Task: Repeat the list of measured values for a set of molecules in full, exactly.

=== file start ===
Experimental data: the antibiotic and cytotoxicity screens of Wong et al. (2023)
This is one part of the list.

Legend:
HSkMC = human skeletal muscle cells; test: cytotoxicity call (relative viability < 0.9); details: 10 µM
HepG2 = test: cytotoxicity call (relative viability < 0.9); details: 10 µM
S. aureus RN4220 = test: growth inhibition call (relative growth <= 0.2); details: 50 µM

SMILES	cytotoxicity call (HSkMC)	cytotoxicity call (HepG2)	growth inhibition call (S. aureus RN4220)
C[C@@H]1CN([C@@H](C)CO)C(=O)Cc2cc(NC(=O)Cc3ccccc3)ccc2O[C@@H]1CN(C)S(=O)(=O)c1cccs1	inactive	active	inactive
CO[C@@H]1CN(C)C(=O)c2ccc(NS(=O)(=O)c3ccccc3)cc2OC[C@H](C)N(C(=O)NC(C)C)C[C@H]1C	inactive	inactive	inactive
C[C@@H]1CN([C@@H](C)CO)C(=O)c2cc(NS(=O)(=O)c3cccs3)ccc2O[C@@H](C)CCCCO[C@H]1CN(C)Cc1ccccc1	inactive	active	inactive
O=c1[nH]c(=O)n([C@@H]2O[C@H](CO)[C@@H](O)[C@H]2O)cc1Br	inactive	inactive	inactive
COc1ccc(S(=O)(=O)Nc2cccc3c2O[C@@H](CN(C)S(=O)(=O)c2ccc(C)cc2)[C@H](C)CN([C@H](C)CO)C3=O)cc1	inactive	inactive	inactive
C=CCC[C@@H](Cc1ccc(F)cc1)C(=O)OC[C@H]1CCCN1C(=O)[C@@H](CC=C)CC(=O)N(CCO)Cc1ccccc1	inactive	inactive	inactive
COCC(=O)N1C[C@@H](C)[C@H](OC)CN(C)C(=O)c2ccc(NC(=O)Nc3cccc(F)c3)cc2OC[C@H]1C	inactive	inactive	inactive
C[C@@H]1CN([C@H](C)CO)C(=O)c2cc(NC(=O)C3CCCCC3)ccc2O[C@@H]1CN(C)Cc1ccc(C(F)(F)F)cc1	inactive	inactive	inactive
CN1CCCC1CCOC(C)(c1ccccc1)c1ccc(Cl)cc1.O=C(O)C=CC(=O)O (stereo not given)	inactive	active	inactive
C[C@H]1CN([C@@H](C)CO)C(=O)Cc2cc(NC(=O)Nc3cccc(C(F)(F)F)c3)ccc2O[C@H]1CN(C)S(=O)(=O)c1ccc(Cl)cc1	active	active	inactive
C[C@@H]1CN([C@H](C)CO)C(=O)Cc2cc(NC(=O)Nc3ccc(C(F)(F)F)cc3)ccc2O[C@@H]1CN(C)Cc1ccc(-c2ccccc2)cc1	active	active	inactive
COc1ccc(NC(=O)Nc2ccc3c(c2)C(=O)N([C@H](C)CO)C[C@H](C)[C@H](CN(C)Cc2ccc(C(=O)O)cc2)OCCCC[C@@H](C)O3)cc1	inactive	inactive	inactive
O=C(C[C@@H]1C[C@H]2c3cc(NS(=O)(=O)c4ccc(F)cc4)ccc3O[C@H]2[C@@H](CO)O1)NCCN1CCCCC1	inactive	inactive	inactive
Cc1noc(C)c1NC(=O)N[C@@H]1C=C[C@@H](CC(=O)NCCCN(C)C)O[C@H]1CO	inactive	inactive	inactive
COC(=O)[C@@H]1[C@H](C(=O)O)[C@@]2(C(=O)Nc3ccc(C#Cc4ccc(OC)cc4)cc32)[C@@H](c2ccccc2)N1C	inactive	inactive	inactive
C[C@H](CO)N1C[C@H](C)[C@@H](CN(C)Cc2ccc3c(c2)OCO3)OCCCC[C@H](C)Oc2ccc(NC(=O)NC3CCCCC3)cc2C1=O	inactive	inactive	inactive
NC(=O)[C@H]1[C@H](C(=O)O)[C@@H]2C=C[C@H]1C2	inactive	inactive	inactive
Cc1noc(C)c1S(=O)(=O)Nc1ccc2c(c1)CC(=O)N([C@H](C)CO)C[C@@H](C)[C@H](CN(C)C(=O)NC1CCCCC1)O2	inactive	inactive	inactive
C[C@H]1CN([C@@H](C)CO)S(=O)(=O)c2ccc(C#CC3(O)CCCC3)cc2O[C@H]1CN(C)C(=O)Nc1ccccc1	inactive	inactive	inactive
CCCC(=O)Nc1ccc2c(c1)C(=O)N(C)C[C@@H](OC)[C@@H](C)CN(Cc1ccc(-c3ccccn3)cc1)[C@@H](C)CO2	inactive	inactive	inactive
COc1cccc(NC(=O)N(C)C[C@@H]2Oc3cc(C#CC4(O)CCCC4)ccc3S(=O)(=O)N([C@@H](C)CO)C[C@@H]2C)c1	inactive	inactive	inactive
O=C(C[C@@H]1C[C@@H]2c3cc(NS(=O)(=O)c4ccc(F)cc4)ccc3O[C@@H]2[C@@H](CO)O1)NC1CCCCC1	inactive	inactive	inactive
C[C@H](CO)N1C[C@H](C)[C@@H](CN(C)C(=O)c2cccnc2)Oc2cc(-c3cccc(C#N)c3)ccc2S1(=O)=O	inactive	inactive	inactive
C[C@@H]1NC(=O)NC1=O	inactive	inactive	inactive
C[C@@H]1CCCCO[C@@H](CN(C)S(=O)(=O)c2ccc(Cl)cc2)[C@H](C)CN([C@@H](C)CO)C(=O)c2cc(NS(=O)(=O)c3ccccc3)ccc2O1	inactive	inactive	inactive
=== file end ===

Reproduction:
Experimental data: the antibiotic and cytotoxicity screens of Wong et al. (2023)
This is one part of the list.

Legend:
HSkMC = human skeletal muscle cells; test: cytotoxicity call (relative viability < 0.9); details: 10 µM
HepG2 = test: cytotoxicity call (relative viability < 0.9); details: 10 µM
S. aureus RN4220 = test: growth inhibition call (relative growth <= 0.2); details: 50 µM

SMILES	cytotoxicity call (HSkMC)	cytotoxicity call (HepG2)	growth inhibition call (S. aureus RN4220)
C[C@@H]1CN([C@@H](C)CO)C(=O)Cc2cc(NC(=O)Cc3ccccc3)ccc2O[C@@H]1CN(C)S(=O)(=O)c1cccs1	inactive	active	inactive
CO[C@@H]1CN(C)C(=O)c2ccc(NS(=O)(=O)c3ccccc3)cc2OC[C@H](C)N(C(=O)NC(C)C)C[C@H]1C	inactive	inactive	inactive
C[C@@H]1CN([C@@H](C)CO)C(=O)c2cc(NS(=O)(=O)c3cccs3)ccc2O[C@@H](C)CCCCO[C@H]1CN(C)Cc1ccccc1	inactive	active	inactive
O=c1[nH]c(=O)n([C@@H]2O[C@H](CO)[C@@H](O)[C@H]2O)cc1Br	inactive	inactive	inactive
COc1ccc(S(=O)(=O)Nc2cccc3c2O[C@@H](CN(C)S(=O)(=O)c2ccc(C)cc2)[C@H](C)CN([C@H](C)CO)C3=O)cc1	inactive	inactive	inactive
C=CCC[C@@H](Cc1ccc(F)cc1)C(=O)OC[C@H]1CCCN1C(=O)[C@@H](CC=C)CC(=O)N(CCO)Cc1ccccc1	inactive	inactive	inactive
COCC(=O)N1C[C@@H](C)[C@H](OC)CN(C)C(=O)c2ccc(NC(=O)Nc3cccc(F)c3)cc2OC[C@H]1C	inactive	inactive	inactive
C[C@@H]1CN([C@H](C)CO)C(=O)c2cc(NC(=O)C3CCCCC3)ccc2O[C@@H]1CN(C)Cc1ccc(C(F)(F)F)cc1	inactive	inactive	inactive
CN1CCCC1CCOC(C)(c1ccccc1)c1ccc(Cl)cc1.O=C(O)C=CC(=O)O (stereo not given)	inactive	active	inactive
C[C@H]1CN([C@@H](C)CO)C(=O)Cc2cc(NC(=O)Nc3cccc(C(F)(F)F)c3)ccc2O[C@H]1CN(C)S(=O)(=O)c1ccc(Cl)cc1	active	active	inactive
C[C@@H]1CN([C@H](C)CO)C(=O)Cc2cc(NC(=O)Nc3ccc(C(F)(F)F)cc3)ccc2O[C@@H]1CN(C)Cc1ccc(-c2ccccc2)cc1	active	active	inactive
COc1ccc(NC(=O)Nc2ccc3c(c2)C(=O)N([C@H](C)CO)C[C@H](C)[C@H](CN(C)Cc2ccc(C(=O)O)cc2)OCCCC[C@@H](C)O3)cc1	inactive	inactive	inactive
O=C(C[C@@H]1C[C@H]2c3cc(NS(=O)(=O)c4ccc(F)cc4)ccc3O[C@H]2[C@@H](CO)O1)NCCN1CCCCC1	inactive	inactive	inactive
Cc1noc(C)c1NC(=O)N[C@@H]1C=C[C@@H](CC(=O)NCCCN(C)C)O[C@H]1CO	inactive	inactive	inactive
COC(=O)[C@@H]1[C@H](C(=O)O)[C@@]2(C(=O)Nc3ccc(C#Cc4ccc(OC)cc4)cc32)[C@@H](c2ccccc2)N1C	inactive	inactive	inactive
C[C@H](CO)N1C[C@H](C)[C@@H](CN(C)Cc2ccc3c(c2)OCO3)OCCCC[C@H](C)Oc2ccc(NC(=O)NC3CCCCC3)cc2C1=O	inactive	inactive	inactive
NC(=O)[C@H]1[C@H](C(=O)O)[C@@H]2C=C[C@H]1C2	inactive	inactive	inactive
Cc1noc(C)c1S(=O)(=O)Nc1ccc2c(c1)CC(=O)N([C@H](C)CO)C[C@@H](C)[C@H](CN(C)C(=O)NC1CCCCC1)O2	inactive	inactive	inactive
C[C@H]1CN([C@@H](C)CO)S(=O)(=O)c2ccc(C#CC3(O)CCCC3)cc2O[C@H]1CN(C)C(=O)Nc1ccccc1	inactive	inactive	inactive
CCCC(=O)Nc1ccc2c(c1)C(=O)N(C)C[C@@H](OC)[C@@H](C)CN(Cc1ccc(-c3ccccn3)cc1)[C@@H](C)CO2	inactive	inactive	inactive
COc1cccc(NC(=O)N(C)C[C@@H]2Oc3cc(C#CC4(O)CCCC4)ccc3S(=O)(=O)N([C@@H](C)CO)C[C@@H]2C)c1	inactive	inactive	inactive
O=C(C[C@@H]1C[C@@H]2c3cc(NS(=O)(=O)c4ccc(F)cc4)ccc3O[C@@H]2[C@@H](CO)O1)NC1CCCCC1	inactive	inactive	inactive
C[C@H](CO)N1C[C@H](C)[C@@H](CN(C)C(=O)c2cccnc2)Oc2cc(-c3cccc(C#N)c3)ccc2S1(=O)=O	inactive	inactive	inactive
C[C@@H]1NC(=O)NC1=O	inactive	inactive	inactive
C[C@@H]1CCCCO[C@@H](CN(C)S(=O)(=O)c2ccc(Cl)cc2)[C@H](C)CN([C@@H](C)CO)C(=O)c2cc(NS(=O)(=O)c3ccccc3)ccc2O1	inactive	inactive	inactive